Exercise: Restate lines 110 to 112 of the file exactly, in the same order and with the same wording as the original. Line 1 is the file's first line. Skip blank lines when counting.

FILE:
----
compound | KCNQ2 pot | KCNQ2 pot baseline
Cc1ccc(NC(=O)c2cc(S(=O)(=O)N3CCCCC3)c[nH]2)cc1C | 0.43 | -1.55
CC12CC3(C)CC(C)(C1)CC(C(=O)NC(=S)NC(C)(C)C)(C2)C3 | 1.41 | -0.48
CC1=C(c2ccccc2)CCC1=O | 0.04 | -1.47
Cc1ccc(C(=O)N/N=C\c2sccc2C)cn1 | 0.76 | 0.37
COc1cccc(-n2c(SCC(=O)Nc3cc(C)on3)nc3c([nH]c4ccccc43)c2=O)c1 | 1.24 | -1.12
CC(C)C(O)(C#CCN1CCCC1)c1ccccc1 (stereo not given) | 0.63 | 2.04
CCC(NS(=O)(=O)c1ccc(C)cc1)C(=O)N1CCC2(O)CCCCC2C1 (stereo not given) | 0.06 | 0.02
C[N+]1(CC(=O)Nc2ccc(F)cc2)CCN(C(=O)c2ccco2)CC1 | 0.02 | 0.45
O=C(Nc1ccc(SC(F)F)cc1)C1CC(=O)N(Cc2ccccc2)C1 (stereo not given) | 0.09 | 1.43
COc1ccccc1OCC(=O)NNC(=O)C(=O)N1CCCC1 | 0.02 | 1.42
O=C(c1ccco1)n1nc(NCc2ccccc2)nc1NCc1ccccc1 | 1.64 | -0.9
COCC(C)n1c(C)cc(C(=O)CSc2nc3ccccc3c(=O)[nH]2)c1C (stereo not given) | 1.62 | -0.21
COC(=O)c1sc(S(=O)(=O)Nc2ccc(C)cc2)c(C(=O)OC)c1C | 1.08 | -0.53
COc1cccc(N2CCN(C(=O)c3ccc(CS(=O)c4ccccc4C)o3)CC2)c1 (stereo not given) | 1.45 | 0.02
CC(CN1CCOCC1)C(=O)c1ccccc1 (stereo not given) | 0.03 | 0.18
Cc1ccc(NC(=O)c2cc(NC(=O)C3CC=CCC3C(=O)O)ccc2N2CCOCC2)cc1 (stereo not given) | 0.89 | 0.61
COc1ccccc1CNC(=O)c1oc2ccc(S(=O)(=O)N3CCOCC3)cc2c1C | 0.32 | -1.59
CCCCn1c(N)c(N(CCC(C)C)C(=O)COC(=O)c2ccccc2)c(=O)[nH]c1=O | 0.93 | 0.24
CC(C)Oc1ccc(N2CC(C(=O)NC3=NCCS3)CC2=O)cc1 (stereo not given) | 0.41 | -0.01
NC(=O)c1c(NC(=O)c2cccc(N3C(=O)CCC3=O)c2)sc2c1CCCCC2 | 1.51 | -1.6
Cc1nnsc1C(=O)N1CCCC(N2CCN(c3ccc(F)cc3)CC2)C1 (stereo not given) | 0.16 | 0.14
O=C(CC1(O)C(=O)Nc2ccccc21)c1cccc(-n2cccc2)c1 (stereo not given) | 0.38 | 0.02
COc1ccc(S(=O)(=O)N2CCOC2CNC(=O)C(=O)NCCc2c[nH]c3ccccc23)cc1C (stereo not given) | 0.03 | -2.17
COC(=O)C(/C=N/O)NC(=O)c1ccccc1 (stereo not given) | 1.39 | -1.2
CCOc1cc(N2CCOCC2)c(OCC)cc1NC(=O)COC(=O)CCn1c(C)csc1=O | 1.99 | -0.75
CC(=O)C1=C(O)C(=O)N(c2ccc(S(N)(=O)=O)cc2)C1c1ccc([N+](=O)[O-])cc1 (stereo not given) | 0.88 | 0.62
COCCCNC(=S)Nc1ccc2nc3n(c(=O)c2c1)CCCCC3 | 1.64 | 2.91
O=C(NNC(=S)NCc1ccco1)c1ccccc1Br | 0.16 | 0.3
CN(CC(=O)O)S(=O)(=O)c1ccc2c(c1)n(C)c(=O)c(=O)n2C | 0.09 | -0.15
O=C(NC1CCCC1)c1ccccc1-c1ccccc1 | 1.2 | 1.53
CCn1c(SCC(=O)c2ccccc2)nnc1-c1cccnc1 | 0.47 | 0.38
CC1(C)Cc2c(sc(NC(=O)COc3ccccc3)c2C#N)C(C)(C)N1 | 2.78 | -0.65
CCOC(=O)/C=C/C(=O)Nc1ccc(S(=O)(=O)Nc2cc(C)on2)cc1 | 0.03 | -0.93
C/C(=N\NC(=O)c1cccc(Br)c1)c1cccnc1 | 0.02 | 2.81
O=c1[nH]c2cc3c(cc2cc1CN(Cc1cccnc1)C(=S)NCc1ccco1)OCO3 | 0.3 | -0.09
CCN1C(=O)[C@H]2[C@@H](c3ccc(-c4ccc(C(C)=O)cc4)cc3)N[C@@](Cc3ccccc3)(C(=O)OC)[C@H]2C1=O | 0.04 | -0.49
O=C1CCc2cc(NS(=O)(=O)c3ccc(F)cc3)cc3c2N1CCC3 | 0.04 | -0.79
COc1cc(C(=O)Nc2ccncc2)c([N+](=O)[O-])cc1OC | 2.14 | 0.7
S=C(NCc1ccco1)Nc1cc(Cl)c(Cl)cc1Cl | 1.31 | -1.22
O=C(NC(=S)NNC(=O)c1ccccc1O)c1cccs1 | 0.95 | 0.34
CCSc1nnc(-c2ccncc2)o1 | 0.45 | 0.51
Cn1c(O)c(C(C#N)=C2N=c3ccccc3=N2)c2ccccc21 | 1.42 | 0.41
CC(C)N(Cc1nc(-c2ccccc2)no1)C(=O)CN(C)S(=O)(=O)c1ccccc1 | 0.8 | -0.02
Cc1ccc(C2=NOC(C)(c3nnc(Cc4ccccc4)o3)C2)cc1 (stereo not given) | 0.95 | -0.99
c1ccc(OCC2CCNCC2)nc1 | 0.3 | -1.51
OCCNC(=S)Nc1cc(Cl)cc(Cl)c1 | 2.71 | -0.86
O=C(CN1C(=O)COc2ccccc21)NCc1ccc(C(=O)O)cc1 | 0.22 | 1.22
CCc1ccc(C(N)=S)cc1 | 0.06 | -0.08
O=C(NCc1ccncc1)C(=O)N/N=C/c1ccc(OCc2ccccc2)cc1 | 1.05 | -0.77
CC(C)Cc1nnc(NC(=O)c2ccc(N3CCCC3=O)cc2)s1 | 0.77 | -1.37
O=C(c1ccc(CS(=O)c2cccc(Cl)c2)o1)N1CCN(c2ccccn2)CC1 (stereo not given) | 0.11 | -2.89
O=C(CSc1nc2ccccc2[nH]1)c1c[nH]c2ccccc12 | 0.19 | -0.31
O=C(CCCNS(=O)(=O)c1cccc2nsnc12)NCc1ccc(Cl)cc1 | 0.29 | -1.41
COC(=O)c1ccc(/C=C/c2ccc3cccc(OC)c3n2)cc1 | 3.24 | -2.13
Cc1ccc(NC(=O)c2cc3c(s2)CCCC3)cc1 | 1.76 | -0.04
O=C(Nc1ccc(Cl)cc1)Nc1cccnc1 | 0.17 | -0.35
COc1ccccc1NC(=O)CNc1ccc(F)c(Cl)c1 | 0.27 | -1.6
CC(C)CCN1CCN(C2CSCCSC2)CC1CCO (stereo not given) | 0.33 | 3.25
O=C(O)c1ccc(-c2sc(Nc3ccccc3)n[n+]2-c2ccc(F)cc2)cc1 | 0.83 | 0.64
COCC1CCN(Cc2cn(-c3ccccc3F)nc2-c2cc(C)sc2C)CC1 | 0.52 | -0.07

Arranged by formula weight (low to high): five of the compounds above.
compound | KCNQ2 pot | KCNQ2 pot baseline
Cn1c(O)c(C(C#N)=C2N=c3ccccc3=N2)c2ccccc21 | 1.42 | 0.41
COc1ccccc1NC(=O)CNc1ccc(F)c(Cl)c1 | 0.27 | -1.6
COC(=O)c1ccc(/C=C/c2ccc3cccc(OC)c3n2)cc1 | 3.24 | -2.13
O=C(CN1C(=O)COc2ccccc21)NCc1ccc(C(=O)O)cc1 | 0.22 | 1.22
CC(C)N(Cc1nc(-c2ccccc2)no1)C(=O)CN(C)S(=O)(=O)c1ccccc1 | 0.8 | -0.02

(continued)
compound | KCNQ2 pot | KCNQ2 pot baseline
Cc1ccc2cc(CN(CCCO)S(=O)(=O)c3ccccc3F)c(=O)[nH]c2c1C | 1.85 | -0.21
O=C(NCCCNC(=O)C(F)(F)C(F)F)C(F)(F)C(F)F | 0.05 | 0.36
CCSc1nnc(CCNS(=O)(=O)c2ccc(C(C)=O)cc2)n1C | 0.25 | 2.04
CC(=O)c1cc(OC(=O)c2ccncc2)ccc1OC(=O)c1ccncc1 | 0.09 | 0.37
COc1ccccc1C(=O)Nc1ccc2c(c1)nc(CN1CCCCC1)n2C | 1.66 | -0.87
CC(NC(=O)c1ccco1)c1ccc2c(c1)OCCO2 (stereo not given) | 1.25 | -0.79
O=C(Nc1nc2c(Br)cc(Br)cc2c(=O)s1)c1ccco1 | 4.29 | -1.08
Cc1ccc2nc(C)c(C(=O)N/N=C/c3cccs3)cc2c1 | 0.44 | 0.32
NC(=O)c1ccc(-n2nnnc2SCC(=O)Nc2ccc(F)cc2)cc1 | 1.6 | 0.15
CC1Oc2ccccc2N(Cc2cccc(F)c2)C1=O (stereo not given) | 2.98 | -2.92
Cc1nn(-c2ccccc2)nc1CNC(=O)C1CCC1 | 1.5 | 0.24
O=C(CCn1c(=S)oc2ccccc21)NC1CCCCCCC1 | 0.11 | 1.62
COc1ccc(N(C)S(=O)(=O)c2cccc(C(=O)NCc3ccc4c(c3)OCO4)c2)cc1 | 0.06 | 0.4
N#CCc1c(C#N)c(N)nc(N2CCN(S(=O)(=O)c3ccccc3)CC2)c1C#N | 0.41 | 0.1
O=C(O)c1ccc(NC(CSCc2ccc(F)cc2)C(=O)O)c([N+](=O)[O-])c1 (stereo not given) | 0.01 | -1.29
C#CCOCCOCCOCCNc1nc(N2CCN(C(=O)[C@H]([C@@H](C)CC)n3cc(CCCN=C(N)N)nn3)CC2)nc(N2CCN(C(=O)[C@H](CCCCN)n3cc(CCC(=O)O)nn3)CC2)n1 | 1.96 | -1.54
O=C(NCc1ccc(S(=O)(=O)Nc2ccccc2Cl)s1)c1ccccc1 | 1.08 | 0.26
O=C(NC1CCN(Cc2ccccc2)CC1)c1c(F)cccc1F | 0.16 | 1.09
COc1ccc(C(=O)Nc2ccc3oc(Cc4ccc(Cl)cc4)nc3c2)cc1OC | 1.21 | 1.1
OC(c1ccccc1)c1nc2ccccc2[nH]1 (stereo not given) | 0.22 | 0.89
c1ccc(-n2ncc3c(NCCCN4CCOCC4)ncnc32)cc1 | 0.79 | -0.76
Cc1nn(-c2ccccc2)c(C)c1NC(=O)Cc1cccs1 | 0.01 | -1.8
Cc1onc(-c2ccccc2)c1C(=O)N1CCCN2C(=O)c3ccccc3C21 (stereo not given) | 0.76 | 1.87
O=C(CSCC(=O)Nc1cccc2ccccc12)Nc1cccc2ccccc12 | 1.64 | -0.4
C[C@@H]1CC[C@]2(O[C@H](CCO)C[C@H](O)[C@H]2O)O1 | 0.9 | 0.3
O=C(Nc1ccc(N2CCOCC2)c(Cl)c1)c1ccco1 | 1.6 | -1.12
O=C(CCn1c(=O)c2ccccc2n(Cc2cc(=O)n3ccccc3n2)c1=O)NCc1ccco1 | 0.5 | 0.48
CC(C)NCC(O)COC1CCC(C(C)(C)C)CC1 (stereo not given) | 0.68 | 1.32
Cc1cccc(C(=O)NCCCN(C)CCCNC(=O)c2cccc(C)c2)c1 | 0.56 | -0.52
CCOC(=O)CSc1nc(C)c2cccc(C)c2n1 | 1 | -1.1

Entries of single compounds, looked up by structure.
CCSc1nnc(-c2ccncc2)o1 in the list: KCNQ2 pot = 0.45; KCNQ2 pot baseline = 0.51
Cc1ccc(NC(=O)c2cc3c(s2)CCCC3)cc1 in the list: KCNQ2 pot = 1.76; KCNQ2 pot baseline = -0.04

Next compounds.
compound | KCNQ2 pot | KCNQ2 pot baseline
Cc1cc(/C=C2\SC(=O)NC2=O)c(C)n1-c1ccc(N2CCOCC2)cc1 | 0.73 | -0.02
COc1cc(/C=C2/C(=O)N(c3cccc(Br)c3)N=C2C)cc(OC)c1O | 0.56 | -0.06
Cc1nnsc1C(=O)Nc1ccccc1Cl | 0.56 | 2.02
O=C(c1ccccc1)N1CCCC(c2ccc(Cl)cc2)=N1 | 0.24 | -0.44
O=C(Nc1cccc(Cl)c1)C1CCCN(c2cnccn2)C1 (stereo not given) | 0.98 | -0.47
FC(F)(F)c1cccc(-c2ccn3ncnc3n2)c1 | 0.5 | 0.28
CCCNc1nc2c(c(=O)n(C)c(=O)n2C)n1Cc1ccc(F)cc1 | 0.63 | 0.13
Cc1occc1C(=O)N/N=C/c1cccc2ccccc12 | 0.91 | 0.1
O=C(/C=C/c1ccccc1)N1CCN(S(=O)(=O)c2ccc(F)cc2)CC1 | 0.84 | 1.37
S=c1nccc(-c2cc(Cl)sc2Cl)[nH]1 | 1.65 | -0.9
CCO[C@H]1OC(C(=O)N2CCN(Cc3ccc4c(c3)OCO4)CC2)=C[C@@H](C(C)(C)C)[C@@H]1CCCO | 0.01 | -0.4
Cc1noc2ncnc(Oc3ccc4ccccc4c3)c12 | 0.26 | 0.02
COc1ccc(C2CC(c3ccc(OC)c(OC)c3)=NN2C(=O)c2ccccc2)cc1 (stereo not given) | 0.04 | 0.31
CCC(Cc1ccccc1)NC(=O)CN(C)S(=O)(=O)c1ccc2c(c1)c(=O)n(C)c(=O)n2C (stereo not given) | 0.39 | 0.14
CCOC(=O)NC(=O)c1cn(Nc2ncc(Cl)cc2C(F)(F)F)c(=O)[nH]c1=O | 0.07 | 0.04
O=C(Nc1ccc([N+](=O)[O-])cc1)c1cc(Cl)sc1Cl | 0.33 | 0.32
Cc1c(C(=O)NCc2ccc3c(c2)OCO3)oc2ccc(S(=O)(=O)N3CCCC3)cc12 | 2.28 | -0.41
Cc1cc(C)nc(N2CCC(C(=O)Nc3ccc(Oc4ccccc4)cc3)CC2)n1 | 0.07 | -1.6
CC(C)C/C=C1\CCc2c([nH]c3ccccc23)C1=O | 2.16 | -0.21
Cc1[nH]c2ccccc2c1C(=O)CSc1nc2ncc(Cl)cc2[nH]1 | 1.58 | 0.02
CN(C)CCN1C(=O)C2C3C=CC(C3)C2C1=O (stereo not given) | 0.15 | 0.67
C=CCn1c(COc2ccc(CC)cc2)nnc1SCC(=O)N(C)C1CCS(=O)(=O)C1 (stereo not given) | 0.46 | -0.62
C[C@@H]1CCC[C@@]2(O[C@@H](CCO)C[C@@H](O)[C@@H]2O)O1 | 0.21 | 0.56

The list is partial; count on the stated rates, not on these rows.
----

O=C(Nc1cccc(Cl)c1)C1CCCN(c2cnccn2)C1 (stereo not given) | 0.98 | -0.47
FC(F)(F)c1cccc(-c2ccn3ncnc3n2)c1 | 0.5 | 0.28
CCCNc1nc2c(c(=O)n(C)c(=O)n2C)n1Cc1ccc(F)cc1 | 0.63 | 0.13